The old priest painted a warning on the cracked walls of his shack: “Twelve children were born here! Don’t touch this house.”
Vahit Baklacı, 82, returns every day to the house where he was born in the heart of old Antakya, which has been turned upside down since twin earthquakes on February 6 devastated southern Turkey and Syria, killing at least 55,000 people.
But ancient Antioch, a stone’s throw from Syria, is not just any old town, insisted the old priest.
“Antakya has existed for thousands of years. Look — two mosques dating back to the beginnings of Islam, both destroyed. And there, two 2,000-year-old churches from the time of Jesus … also destroyed. That’s why we have to be careful with these places.”
Before the disaster, the Turkish Ministry of Culture had listed 719 buildings of historic importance. When the diggers went into action, first to find the bodies and then to clear away the rubble, it posted notices to protect those still standing: “Do not touch without authorization.”
A representative of the ministry, standing in the dust in a fluorescent waistcoat and hard hat, makes sure those notices are obeyed: “If [a building] is too damaged, we can’t do anything. But when we can, we take it down stone by stone,” she said on condition of anonymity.
The stones that are saved are sorted, classified and numbered for future restoration.
Six teams like hers patrol the old town. “We had about 50 at the beginning,” she said.
‘A work of art’
Talking about the future in this city in ruins, where you walk over collapsed roofs, step over bell towers and around toppled minarets, is a leap of faith.
Architect Gökhan Ergin picked up one of the orange roof tiles strewn across the ground. It was made in Marseille in southern France which from the Ottomans and later the French imported tiles in huge quantities. Antioch was part of the French mandate of Syria before being handed to Turkey just before World War II.
“We’re standing in the city’s first residential areas. These beautiful houses were charming hotels and restaurants,” said Ergin, who has restored many of them and knows all about their mysteries, from the doors painted blue to deter scorpions to the curry plants sculpted above the entrance arches.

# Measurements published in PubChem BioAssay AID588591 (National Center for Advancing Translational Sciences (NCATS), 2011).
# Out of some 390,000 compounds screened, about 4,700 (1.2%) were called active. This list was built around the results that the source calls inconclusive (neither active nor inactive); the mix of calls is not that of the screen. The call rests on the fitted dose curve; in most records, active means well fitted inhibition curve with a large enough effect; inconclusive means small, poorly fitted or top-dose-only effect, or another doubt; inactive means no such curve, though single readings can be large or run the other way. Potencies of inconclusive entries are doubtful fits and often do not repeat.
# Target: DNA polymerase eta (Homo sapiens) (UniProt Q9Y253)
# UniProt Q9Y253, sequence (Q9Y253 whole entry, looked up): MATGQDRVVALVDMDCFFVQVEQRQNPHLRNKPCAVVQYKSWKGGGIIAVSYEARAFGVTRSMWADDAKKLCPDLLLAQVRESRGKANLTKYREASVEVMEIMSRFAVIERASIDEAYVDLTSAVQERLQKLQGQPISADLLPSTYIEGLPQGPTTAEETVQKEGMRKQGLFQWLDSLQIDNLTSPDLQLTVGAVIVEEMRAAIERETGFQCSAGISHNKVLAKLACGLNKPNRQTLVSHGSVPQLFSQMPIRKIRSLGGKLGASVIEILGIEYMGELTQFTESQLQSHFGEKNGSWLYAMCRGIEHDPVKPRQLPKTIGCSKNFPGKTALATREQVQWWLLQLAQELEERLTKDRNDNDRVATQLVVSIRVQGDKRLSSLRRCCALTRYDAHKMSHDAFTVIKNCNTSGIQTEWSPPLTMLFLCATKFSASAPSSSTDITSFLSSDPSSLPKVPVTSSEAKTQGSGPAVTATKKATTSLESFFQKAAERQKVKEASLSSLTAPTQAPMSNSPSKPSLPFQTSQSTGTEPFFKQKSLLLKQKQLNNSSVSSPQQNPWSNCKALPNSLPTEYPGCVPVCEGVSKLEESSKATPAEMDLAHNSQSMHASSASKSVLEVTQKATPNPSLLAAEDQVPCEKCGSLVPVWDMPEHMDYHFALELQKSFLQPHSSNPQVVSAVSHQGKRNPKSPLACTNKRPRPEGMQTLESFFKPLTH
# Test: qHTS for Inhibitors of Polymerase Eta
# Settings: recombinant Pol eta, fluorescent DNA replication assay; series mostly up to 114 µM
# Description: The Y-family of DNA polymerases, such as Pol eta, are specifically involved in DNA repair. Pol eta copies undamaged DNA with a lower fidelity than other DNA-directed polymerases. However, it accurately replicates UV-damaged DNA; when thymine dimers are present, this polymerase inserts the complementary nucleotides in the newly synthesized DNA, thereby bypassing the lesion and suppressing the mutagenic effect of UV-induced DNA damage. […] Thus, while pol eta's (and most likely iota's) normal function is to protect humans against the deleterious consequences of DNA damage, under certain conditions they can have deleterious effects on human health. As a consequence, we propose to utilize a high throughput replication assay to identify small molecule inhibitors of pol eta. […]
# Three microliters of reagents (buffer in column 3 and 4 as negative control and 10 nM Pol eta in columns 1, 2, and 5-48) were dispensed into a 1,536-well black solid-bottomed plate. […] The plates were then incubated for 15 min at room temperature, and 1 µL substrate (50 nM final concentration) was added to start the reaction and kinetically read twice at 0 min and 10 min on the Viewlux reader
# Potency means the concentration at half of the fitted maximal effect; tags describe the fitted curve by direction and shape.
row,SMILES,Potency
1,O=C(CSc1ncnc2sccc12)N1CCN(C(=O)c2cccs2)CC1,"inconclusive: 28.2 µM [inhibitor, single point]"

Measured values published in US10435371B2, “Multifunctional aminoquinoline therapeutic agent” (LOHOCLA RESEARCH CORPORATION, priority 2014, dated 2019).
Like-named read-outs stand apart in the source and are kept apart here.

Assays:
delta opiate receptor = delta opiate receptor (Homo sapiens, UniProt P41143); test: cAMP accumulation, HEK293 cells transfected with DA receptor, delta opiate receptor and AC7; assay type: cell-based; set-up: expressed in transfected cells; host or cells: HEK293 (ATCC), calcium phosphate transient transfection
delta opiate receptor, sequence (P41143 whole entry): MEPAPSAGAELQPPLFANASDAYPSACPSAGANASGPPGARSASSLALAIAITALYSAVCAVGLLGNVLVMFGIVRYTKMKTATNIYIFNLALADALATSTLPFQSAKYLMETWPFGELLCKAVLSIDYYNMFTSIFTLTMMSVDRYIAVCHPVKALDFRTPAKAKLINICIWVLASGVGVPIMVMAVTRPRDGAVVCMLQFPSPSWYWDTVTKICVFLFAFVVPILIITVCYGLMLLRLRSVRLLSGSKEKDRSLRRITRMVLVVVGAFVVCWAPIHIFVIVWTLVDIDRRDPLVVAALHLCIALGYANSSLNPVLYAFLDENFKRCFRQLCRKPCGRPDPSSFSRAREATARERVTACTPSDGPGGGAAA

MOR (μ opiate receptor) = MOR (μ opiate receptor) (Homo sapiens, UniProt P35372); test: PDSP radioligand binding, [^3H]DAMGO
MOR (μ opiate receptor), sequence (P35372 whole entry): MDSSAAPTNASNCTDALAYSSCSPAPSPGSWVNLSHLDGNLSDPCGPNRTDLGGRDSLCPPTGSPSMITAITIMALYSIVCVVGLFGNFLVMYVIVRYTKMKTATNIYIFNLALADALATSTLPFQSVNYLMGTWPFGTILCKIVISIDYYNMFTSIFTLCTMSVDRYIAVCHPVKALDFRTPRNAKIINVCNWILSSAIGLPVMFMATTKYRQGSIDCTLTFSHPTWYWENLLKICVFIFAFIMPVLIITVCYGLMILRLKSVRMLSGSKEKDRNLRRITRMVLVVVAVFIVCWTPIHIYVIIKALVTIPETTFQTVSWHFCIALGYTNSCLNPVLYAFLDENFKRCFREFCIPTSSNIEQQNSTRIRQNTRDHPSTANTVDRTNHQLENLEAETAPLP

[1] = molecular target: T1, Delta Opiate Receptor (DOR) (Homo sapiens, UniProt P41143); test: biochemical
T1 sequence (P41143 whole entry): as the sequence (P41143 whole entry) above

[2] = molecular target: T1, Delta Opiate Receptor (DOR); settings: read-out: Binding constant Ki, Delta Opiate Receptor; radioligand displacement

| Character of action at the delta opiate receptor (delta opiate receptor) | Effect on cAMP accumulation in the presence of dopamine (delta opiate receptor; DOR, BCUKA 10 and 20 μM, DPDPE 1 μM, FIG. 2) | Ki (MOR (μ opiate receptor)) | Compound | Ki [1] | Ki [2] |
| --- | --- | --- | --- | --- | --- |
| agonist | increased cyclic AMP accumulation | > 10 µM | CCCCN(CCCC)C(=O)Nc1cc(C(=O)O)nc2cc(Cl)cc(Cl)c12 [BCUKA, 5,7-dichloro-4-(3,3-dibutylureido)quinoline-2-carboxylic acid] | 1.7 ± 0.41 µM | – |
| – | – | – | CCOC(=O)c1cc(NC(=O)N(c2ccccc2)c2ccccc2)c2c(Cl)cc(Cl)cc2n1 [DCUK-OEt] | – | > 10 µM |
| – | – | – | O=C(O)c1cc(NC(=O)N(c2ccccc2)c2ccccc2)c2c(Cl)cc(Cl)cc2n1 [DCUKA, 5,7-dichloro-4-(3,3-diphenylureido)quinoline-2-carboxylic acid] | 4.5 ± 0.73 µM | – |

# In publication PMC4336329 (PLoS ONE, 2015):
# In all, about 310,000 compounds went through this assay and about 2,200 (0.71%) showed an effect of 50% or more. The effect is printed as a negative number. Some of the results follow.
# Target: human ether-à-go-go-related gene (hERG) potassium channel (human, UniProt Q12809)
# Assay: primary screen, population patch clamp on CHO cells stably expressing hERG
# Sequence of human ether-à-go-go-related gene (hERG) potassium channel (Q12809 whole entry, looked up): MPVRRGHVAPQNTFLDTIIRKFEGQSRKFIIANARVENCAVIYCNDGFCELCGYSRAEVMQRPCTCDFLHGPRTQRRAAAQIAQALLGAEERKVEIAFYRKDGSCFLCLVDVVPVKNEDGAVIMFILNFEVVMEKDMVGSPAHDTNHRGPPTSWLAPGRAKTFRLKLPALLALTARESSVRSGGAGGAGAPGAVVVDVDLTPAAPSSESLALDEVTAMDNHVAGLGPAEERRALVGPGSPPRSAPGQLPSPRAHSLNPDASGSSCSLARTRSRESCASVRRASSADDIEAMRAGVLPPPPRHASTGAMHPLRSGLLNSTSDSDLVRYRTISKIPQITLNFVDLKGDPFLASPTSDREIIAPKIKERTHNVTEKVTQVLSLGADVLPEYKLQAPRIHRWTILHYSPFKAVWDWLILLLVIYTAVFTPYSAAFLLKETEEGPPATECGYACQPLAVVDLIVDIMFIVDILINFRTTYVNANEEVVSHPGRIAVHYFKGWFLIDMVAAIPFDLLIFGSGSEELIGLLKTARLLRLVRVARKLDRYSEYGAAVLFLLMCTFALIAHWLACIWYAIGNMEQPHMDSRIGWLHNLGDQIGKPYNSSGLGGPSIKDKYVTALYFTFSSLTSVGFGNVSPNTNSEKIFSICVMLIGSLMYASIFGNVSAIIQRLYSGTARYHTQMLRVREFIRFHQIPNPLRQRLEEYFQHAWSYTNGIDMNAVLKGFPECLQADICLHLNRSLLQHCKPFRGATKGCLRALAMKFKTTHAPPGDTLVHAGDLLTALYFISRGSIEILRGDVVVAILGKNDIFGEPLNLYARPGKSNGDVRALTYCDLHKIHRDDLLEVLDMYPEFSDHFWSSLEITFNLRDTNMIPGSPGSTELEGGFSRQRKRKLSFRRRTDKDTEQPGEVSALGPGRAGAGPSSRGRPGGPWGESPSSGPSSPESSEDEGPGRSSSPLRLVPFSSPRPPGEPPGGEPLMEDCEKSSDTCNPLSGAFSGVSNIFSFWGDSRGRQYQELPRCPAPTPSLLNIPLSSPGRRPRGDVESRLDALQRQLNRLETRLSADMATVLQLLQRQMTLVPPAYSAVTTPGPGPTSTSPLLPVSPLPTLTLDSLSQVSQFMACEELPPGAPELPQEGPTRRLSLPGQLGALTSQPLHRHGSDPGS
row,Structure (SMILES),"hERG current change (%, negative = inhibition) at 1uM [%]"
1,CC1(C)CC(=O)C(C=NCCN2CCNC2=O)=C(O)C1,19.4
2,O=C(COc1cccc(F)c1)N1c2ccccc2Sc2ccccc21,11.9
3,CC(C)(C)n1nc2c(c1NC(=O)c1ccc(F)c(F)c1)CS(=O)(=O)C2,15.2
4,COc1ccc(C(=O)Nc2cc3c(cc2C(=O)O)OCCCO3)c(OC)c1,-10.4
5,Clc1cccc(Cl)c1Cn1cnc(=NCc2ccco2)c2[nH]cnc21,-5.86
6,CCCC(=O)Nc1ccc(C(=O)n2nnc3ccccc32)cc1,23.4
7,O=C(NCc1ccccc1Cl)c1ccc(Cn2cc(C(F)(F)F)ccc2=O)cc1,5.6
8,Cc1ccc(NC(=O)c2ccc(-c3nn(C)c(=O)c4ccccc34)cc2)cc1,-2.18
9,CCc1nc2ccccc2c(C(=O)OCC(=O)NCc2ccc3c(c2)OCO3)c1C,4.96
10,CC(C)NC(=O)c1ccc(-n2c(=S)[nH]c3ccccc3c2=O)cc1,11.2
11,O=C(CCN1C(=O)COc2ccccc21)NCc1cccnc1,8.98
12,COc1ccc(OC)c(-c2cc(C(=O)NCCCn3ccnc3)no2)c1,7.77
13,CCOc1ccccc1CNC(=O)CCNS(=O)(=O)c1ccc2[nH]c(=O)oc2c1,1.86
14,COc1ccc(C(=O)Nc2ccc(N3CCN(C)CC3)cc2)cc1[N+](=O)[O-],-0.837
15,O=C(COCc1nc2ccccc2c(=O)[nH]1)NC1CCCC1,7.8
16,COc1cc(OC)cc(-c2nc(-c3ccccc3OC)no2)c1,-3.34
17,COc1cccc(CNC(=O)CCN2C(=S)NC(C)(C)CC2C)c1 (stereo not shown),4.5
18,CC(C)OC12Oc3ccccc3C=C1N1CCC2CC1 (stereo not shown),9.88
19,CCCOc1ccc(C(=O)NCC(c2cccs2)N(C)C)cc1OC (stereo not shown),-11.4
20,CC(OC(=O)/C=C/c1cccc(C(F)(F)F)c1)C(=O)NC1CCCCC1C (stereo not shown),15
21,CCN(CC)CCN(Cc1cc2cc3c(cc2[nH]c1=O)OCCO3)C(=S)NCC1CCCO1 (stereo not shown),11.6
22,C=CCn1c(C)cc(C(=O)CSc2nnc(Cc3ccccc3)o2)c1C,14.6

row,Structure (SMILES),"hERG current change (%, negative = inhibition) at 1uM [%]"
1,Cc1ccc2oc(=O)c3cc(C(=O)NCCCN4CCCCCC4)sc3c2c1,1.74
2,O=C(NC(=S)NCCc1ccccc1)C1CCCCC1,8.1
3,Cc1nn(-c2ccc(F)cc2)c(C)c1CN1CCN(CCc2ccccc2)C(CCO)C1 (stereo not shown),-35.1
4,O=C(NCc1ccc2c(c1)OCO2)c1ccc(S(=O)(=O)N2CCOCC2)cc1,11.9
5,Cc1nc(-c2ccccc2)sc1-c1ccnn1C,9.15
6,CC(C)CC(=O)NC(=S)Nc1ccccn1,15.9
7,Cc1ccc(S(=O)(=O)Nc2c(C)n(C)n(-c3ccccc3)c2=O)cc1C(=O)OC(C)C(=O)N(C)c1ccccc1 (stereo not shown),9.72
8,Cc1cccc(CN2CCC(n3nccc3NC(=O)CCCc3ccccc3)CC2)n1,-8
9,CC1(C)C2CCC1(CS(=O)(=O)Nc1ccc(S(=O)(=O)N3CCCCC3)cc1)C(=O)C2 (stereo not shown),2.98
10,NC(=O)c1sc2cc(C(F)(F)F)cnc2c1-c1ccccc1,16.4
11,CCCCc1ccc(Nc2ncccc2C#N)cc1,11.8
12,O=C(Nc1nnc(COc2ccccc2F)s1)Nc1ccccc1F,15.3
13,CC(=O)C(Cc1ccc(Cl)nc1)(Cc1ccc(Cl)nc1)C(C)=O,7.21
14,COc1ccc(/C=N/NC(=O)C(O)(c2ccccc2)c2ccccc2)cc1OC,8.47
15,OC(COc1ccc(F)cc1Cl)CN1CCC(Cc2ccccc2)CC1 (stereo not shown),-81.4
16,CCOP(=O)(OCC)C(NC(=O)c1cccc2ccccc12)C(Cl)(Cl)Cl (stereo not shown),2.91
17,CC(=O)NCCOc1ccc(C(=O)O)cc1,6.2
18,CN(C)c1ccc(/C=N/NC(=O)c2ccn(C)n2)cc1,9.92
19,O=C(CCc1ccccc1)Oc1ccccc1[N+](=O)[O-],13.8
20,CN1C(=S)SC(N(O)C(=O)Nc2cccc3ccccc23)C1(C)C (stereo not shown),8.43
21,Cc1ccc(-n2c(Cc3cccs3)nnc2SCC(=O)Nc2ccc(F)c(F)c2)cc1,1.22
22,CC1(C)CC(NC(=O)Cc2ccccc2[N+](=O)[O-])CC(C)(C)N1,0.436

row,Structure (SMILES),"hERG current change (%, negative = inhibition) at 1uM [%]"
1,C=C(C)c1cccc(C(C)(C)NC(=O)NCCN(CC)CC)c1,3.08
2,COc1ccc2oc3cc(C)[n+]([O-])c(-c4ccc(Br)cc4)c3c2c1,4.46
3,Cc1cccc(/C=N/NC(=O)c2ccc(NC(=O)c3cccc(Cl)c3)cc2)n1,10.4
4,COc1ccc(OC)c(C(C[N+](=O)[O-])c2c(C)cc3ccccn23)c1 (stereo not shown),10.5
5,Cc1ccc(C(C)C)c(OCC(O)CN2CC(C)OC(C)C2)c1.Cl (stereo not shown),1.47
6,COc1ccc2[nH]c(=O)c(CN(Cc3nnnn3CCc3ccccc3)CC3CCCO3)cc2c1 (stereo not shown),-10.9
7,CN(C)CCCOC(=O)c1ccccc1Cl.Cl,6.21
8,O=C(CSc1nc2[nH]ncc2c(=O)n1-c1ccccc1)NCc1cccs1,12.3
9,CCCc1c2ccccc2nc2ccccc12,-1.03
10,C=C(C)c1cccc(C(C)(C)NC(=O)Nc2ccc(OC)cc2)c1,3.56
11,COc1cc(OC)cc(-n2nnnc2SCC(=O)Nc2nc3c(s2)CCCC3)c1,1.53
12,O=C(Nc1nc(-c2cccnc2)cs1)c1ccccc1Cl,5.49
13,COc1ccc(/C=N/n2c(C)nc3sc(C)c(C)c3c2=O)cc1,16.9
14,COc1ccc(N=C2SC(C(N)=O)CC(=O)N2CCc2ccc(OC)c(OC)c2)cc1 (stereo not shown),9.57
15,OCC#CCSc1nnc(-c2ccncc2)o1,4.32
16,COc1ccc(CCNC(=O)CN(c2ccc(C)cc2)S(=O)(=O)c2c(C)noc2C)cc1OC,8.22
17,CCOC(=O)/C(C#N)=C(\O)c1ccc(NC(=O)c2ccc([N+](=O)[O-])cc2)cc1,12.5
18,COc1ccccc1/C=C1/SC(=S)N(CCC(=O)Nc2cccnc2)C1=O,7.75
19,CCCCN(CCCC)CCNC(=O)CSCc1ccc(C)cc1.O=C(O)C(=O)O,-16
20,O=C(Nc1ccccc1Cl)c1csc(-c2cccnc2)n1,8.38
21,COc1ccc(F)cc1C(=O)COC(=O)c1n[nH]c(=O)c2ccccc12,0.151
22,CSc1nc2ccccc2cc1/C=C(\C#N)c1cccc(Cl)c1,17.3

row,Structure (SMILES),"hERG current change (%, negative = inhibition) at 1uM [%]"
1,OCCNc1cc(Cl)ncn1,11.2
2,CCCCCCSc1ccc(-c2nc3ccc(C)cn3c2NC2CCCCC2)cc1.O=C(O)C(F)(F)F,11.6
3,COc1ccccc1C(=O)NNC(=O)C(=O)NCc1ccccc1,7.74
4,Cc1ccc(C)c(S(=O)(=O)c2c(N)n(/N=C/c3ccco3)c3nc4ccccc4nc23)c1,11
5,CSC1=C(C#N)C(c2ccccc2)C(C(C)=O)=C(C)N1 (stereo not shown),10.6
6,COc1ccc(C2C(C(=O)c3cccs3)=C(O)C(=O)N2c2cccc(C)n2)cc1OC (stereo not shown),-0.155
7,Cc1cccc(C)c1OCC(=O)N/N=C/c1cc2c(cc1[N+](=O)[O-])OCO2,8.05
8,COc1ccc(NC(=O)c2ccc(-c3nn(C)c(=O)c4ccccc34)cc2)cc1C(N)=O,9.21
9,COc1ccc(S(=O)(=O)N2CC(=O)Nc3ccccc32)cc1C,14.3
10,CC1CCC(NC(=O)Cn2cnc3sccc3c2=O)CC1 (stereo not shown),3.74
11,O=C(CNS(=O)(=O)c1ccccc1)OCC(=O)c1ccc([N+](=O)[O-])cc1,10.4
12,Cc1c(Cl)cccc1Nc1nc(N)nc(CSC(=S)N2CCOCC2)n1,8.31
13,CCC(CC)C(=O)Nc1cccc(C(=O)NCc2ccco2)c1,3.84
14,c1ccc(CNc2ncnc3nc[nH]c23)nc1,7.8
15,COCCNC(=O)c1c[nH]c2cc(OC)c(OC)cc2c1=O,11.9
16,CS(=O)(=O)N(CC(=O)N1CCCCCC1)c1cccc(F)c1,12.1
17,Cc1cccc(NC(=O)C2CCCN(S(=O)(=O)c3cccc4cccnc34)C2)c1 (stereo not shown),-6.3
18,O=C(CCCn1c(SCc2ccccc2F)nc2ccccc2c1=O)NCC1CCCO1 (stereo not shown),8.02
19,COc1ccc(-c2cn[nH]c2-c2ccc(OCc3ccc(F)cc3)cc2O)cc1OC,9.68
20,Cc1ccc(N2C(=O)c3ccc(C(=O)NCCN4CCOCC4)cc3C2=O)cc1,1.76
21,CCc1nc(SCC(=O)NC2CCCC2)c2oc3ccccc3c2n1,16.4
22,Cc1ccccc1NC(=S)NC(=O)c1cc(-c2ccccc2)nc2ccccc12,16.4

“It’s like when you find a work of art, you make an inventory of it to protect it in a museum. We have to do the same thing here: these buildings are just as important. It’s not just earth and stone,” said the 40-year-old. “This is living history.”
Ergin said the older buildings withstood the successive tremors of February much better because the planks and wood inserted between the mud brick structures helped absorb the shock.
Those houses that have been damaged were because of the collapse of their neighbors, who have been poorly restored, he insists. His, he proudly pointed out, still have their windows and glazing almost intact.
On Kurtuluş Avenue, Antakya’s main thoroughfare, formerly Herod Street and home to the synagogue and the region’s oldest mosque, Habib-i Nejjar, built on the site of an ancient pagan temple transformed into a church in early Christian times, a team from Istanbul Technical University is carrying out its own surveys.
For Umut Almaç, professor of architecture in the restoration department, at least 800 more buildings in the city deserve protection. “That’s the problem of the region, there are so many buildings that should be registered,” he said.
In front of a former luxury hotel, with its crumbling breezeblock walls, he complained about the “plastic restorations” carried out 10 or 20 years ago to attract tourists. “They concentrated on the facade, without respecting the internal structures of the building.”
When the quake hit on February 6, tens of thousands of buildings in southern Turkey collapsed in a matter of seconds.
Almaç wants the reconstruction to be quicker, while others, including Ergin and the elderly priest Vahit, denounce the brutality of using diggers in the old town.
“But I don’t think we can move the stone blocks any other way,” said the academic.
© Agence France-Presse